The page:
Java program that times named groups, matcher import java.util.regex.Matcher; import java.util.regex.Pattern; public class Program { public static void main(String[] args) { // ... Compile. Pattern pattern1 = Pattern .compile("(?<digitpart>\\d\\d),(?<letterpart>\\s+)"); Pattern pattern2 = Pattern.compile("(\\d\\d),(\\s+)"); long t1 = System.currentTimeMillis(); // ... Use pattern with named groups. for (int i = 0; i < 200000; i++) { Matcher m = pattern1.matcher("34,cat"); if (m.matches()) { String part1 = m.group("digitpart"); String part2 = m.group("letterpart"); if (part1 != "34" || part2 != "cat") { System.out.println(false); break; } } } long t2 = System.currentTimeMillis(); // ... Use pattern with indexed (ordinal) groups. for (int i = 0; i < 200000; i++) { Matcher m = pattern2.matcher("34,cat"); if (m.matches()) { String part1 = m.group(1); String part2 = m.group(2); if (part1 != "34" || part2 != "cat") { System.out.println(false); break; } } } long t3 = System.currentTimeMillis(); // ... Times. System.out.println(t2 - t1); System.out.println(t3 - t2); } } Output 44 ms, group(name) 21 ms, group(index)

Split, Pattern.

A split method is available on Pattern instances. This lets us split based on a Regex delimiter. The Pattern can be compiled once and reused many times.Split
Java program that uses split, Pattern import java.util.regex.Pattern; public class Program { public static void main(String[] args) { String line = "cat, dog, rabbit--100"; // Compile a Pattern that indicates a delimiter. Pattern p = Pattern.compile("\\W+"); // Split a String based on the delimiter pattern. String[] elements = p.split(line); for (String element : elements) { System.out.println(element); } } } Output cat dog rabbit 100 Pattern \W+ One or more non-word characters.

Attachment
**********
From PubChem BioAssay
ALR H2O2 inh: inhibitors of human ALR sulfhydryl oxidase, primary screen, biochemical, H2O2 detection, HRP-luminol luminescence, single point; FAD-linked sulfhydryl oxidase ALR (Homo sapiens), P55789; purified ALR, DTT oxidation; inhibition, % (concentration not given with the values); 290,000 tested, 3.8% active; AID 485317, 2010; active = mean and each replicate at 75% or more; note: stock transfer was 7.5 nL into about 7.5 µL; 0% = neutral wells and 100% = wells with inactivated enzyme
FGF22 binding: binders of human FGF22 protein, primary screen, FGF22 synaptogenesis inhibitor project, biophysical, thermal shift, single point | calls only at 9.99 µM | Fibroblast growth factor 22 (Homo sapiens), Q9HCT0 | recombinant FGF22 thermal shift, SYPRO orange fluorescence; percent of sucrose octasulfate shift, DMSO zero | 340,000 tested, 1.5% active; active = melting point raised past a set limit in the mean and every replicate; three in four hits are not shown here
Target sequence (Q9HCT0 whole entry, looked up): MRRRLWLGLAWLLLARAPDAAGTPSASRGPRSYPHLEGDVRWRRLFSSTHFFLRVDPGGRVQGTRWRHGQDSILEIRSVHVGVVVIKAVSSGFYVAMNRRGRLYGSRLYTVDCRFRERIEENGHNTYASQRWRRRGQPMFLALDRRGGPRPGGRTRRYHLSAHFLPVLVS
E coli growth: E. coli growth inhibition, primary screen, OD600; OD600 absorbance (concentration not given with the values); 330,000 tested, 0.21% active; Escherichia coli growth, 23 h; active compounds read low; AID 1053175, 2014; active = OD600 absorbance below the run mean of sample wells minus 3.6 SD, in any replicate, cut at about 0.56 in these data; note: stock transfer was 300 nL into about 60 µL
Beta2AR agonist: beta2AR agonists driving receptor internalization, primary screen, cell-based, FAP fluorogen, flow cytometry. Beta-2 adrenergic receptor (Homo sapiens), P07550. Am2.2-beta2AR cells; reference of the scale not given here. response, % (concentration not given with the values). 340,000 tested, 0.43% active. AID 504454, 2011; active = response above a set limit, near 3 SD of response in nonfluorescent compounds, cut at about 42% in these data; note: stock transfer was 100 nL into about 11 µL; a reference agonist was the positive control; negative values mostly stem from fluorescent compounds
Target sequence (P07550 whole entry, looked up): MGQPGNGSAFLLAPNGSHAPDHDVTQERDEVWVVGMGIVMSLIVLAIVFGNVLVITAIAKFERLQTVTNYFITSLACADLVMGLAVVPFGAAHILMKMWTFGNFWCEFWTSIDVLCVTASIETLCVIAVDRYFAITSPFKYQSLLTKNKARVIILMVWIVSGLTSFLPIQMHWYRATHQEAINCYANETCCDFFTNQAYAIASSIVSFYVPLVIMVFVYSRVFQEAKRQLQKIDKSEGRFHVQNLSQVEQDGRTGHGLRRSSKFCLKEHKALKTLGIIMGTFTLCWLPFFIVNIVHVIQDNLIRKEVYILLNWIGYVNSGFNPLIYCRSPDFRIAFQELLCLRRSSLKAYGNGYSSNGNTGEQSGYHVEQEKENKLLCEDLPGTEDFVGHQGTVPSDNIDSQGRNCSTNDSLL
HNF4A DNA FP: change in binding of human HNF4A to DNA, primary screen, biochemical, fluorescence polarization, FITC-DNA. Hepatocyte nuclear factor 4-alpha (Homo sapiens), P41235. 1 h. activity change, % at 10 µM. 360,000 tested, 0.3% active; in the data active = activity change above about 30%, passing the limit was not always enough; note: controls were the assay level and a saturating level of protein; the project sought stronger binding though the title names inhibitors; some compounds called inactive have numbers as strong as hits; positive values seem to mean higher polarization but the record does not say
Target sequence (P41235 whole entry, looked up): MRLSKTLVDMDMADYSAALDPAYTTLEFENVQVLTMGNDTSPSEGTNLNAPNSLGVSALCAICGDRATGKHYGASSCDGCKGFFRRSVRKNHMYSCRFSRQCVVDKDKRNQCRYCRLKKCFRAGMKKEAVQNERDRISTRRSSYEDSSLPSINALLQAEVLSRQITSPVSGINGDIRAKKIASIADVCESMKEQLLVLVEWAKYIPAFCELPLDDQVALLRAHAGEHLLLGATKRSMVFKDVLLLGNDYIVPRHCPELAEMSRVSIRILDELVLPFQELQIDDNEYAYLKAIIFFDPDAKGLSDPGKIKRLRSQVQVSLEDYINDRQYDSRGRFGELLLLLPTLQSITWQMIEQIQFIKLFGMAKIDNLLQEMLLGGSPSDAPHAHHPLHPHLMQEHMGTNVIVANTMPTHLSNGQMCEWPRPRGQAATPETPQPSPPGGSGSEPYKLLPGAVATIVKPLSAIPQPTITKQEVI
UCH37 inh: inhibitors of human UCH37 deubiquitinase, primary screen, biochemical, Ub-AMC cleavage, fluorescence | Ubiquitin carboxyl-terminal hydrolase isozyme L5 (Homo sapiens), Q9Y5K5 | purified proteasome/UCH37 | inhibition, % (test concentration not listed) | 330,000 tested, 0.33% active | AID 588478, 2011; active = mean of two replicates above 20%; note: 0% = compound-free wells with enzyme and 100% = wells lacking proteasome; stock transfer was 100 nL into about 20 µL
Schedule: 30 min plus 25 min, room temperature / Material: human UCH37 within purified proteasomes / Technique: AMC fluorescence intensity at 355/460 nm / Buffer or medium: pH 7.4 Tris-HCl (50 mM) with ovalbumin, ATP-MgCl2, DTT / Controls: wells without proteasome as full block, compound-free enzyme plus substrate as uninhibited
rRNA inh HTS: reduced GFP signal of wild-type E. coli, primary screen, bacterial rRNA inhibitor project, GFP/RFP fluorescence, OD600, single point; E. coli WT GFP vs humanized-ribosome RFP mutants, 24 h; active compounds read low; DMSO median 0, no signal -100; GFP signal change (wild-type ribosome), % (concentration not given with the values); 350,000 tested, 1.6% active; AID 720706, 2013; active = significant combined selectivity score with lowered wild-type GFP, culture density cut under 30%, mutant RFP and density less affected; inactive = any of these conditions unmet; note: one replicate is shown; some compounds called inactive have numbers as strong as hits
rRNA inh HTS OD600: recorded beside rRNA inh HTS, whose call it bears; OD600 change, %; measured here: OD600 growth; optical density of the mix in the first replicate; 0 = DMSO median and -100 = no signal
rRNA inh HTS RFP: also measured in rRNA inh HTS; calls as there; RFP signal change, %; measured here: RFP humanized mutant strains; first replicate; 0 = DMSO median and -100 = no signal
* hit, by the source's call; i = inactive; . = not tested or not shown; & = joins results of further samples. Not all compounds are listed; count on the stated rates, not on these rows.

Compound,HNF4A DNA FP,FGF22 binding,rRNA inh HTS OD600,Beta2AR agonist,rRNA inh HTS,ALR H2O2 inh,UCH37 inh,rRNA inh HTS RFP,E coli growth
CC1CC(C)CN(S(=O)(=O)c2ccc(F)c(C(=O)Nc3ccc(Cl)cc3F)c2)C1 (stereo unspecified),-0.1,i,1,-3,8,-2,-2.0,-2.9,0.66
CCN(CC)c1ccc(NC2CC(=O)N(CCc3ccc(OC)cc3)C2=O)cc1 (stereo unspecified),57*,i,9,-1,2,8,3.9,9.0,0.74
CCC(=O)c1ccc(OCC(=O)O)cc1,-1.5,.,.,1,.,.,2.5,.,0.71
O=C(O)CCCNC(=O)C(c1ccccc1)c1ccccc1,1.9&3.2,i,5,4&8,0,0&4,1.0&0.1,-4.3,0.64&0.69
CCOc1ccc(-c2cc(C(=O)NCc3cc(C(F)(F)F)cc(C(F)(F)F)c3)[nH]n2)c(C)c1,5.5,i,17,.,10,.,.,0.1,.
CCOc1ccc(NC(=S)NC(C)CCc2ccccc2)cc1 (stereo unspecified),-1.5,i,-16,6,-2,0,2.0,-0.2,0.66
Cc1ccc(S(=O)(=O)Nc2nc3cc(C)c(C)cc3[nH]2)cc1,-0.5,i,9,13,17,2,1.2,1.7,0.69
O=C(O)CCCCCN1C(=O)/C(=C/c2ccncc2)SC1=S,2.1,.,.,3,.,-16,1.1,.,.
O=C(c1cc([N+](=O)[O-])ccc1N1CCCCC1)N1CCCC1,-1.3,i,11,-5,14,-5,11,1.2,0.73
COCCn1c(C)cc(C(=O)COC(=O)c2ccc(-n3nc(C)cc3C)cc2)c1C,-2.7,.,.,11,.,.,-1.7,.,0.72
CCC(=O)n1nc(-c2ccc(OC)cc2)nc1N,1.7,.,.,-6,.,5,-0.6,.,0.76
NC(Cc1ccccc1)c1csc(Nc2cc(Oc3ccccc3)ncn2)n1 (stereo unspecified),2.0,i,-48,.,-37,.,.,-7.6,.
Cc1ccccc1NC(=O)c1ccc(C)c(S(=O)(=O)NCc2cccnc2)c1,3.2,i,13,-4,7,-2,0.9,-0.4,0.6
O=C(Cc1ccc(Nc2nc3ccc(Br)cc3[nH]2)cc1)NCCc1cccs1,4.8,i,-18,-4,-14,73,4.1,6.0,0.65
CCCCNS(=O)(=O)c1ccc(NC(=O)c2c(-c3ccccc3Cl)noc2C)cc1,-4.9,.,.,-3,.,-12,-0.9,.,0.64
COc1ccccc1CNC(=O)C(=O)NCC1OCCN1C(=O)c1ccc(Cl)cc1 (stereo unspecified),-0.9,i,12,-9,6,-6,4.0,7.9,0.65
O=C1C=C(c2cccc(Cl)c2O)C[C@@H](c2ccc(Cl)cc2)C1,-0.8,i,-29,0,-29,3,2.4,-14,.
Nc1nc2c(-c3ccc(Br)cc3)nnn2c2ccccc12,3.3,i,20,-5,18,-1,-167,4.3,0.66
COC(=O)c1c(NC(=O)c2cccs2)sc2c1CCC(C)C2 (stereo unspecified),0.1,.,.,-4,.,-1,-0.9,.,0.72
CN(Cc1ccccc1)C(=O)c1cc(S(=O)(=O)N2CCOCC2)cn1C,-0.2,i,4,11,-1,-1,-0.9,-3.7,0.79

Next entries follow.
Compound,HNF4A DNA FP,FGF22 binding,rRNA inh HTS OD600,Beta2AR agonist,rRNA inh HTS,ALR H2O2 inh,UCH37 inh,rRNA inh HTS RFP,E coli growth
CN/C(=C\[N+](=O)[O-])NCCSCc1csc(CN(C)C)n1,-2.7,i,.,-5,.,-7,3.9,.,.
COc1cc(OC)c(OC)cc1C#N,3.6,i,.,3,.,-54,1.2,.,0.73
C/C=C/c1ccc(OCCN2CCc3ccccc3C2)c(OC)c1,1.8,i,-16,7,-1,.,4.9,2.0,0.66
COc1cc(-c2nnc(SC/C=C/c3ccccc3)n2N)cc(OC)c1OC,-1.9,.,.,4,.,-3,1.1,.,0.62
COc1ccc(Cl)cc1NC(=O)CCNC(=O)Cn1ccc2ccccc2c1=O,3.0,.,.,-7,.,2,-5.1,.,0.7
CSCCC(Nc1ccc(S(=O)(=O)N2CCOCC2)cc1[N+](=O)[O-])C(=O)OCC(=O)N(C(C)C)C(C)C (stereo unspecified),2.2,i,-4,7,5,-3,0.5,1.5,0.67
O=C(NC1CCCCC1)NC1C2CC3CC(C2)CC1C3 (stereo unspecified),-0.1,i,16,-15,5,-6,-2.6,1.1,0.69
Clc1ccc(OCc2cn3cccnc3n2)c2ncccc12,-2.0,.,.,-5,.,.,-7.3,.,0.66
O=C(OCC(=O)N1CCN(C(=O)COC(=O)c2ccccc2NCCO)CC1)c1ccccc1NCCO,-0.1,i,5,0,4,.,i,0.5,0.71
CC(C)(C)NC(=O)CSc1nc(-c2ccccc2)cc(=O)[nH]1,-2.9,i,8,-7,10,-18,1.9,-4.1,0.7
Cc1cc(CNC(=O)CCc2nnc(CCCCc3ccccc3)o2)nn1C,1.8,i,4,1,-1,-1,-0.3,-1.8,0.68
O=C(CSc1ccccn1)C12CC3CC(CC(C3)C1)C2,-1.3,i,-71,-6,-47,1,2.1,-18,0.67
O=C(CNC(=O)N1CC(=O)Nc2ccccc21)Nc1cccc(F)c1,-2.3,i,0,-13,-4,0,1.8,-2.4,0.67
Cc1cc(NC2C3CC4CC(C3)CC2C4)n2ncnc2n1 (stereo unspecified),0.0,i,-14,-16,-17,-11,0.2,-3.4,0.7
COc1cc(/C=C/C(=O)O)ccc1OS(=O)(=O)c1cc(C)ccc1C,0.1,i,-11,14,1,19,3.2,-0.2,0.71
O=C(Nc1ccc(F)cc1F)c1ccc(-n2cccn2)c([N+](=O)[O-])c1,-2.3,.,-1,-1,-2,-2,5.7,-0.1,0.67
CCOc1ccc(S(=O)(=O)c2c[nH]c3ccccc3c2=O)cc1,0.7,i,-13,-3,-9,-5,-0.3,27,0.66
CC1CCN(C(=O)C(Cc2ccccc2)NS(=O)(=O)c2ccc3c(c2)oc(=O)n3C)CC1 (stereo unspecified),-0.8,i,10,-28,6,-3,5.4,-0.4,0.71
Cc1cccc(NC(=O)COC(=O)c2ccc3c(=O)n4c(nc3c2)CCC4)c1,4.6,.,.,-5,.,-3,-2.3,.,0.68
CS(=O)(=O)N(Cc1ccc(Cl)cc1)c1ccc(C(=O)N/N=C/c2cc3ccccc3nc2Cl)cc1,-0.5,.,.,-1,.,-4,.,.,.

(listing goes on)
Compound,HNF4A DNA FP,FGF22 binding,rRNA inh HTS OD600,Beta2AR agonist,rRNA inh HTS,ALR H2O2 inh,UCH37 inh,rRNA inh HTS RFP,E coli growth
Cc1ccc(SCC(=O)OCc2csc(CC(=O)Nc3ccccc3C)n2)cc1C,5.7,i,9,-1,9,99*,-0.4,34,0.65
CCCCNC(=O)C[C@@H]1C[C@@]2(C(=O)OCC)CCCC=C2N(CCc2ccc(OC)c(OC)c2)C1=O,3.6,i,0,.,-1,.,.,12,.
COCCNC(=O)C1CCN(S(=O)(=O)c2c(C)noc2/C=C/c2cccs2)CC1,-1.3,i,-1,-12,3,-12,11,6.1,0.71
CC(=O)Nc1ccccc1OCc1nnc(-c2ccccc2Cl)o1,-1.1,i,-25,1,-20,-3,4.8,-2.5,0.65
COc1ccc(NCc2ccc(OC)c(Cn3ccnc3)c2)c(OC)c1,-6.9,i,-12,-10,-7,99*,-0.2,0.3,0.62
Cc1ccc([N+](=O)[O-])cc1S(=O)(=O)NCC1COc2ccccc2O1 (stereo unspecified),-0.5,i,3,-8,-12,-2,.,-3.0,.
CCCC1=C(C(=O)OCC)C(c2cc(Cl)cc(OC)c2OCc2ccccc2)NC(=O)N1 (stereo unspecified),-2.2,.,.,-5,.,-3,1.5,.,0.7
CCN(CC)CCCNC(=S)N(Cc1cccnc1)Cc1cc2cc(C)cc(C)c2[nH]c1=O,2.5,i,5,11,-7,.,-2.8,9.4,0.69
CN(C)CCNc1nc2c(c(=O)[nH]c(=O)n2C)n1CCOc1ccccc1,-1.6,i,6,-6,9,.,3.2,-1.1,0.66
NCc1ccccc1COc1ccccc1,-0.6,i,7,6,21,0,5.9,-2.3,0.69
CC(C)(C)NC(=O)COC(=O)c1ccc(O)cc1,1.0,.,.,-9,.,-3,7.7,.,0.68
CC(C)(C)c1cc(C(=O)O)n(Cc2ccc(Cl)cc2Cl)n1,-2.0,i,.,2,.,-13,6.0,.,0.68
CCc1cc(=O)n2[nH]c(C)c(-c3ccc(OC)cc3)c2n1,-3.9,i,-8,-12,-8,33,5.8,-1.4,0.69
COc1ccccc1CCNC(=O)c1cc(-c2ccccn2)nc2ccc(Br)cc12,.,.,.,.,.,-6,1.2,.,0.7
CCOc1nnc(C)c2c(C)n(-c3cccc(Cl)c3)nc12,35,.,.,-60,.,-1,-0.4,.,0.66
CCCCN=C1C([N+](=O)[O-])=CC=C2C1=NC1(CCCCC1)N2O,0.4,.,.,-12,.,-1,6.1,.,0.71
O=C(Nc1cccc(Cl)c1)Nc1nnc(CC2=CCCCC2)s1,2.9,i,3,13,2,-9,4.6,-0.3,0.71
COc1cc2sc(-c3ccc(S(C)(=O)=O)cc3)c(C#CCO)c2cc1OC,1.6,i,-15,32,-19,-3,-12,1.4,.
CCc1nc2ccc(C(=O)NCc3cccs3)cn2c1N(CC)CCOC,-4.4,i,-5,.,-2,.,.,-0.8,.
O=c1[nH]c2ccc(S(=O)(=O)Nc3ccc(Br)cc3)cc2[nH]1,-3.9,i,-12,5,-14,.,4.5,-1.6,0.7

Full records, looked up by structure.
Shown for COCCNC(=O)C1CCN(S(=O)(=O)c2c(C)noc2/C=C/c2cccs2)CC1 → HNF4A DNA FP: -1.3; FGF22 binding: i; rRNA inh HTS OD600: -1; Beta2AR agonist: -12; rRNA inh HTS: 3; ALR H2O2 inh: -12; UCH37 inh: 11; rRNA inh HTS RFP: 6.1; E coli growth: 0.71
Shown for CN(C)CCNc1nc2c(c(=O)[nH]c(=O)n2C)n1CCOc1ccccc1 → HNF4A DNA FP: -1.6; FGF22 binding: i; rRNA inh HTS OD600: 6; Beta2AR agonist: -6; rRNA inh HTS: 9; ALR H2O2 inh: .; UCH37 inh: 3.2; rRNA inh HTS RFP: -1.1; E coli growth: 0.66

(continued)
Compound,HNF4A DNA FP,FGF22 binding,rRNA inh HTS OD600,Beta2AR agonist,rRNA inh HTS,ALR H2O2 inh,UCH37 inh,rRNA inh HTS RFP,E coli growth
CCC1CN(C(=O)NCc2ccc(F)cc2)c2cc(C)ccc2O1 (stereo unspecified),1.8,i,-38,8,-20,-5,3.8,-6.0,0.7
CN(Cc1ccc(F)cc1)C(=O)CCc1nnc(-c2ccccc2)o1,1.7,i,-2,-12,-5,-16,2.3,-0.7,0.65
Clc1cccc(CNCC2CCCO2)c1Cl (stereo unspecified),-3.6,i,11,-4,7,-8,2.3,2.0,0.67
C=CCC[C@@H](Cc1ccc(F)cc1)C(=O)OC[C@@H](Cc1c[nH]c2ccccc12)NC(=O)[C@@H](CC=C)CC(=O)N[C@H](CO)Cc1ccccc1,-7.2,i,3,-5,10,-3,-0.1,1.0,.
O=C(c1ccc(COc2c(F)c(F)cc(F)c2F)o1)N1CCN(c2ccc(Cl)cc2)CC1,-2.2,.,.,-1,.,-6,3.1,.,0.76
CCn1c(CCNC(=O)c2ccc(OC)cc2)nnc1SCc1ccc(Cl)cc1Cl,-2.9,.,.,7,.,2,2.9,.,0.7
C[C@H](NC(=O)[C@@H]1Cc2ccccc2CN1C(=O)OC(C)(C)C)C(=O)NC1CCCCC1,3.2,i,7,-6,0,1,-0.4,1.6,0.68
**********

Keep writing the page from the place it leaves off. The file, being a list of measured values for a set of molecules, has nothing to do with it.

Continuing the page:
Pattern.COMMENTS.

With this flag we can use comments in a regular expression pattern. This can help make larger regular expressions easier to read and maintain.

Tip: We must have comments that start with a pound sign (hash) and end in a newline.

Tip 2: With comments mode whitespace is ignored. So we can specify spaces with "\W" to indicate non-word characters.

Java program that uses Pattern.COMMENTS flag import java.util.regex.Matcher; import java.util.regex.Pattern; public class Program { final static String example = "#Match line string\n" + "line\\W" + "#Match one or more digits and a separator\n" + "\\d+\\W+" + "#Match one or more word chars\n" + "\\w+"; public static void main(String[] args) { // Compile this pattern with COMMENTS. // ... Whitespace is ignored and comments are allowed. Pattern pattern = Pattern.compile(example, Pattern.COMMENTS); // This line with succeed. Matcher m = pattern.matcher("line 123: BIRD"); if (m.matches()) { System.out.println(m.toString()); } // This will not succeed. m = pattern.matcher("test failure"); if (m.matches()) { System.out.println(false); // Not reached. } } } Output java.util.regex.Matcher[pattern=#Match line string line\W#Match one or more digits and a separator \d+\W+#Match one or more word chars \w+ region=0,14 lastmatch=line 123: BIRD]

Matches.

This method receives a Regex string. If the pattern we supply matches the string we call matches() on, we get a true result. Otherwise it returns false.

Note: Matches() is the same as calling Pattern.matches directly. But this syntax may be easier to use in programs.

Java program that uses matches public class Program { public static void main(String[] args) { String value = "carrots"; // This regular expression matches. boolean result1 = value.matches("c.*s"); System.out.println(result1); // This regular expression does not match. boolean result2 = value.matches("c.*x"); System.out.println(result2); } } Output true false

Word count.

A regular expression can be used to count words. The split() method is helpful here. But a faster option is to use a for-loop.Word Count

HTML.

This is perhaps the most used document format in the world. With a Regex we can manipulate simple HTML tags. But this is not a general-purpose solution.Remove HTML Tags

Often,

regular expressions reduce performance. The special text language used has some costs. With String methods and for-loops, we can directly manipulate and test Strings.

Complex tasks.

When complexity builds, writing custom loops becomes a challenge. With Regex we simplify programs. We make them easier to write, to understand.